The last pie in the baking tale is a beautiful peach pie with a lattice crust.  My boss invited a bunch of people to his house in Indiana (gross, but at least it’s not Ohio) for Labor Day.  You can’t celebrate the symbolic end of summer without a pie. I don’t know where this rule came from, but I stand by it.  In traditional Carolyne style, I didn’t really use a recipe.  I loosely followed this one from Taste of Home because it mentioned the Great State (Iowa).  The pie was a smash success. Again, I didn’t taste of this pie.  I had to head to the University of Louisville Football season opener before we got to dessert.
"Lattice bow our heads for Peaches Christ."
“Lattice bow our heads for Peaches Christ.”

 

Friday Pie Day caught on.  I haven’t baked a pie in a while because my coworkers have decided to bring in pie as well, which is great!  Lastly, there is a place in  Louisville called Homemade Ice Cream + Pie Kitchen, which sells homemade pies and ice cream.  Delicious.  If/when you come to Louisville, I will take you to Pie Kitchen. That’s a promise.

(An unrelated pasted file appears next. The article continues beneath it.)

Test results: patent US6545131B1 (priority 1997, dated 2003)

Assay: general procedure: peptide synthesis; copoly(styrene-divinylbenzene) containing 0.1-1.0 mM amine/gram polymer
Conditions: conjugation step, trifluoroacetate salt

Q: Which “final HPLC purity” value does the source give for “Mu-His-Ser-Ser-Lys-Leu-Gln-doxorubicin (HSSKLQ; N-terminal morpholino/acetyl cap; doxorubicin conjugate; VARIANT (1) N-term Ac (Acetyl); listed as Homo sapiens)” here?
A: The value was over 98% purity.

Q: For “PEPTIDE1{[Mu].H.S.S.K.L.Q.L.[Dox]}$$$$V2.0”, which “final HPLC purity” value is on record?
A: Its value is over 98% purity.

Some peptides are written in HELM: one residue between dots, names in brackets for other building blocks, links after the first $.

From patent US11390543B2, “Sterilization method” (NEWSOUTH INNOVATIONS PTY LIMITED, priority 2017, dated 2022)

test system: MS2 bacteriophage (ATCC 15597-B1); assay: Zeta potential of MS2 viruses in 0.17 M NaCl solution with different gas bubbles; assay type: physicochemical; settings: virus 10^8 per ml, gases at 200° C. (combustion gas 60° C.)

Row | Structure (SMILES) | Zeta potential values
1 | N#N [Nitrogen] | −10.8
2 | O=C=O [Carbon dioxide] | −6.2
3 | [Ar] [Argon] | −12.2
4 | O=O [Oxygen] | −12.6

Pieces of pie,
Carolyne
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Co-op ‘Til You Drop

Dear Carolyne,

Firstly, where did the summer and fall go? Especially here in the hinterland, people are kind of freaking out because the nice weather is rapidly deteriorating and no one has recovered from last winter.

I don’t even know what I did this summer, aside from visit Seatlle and eat my weight in Chickpea Salad (tomatoes omitted because ugh gross).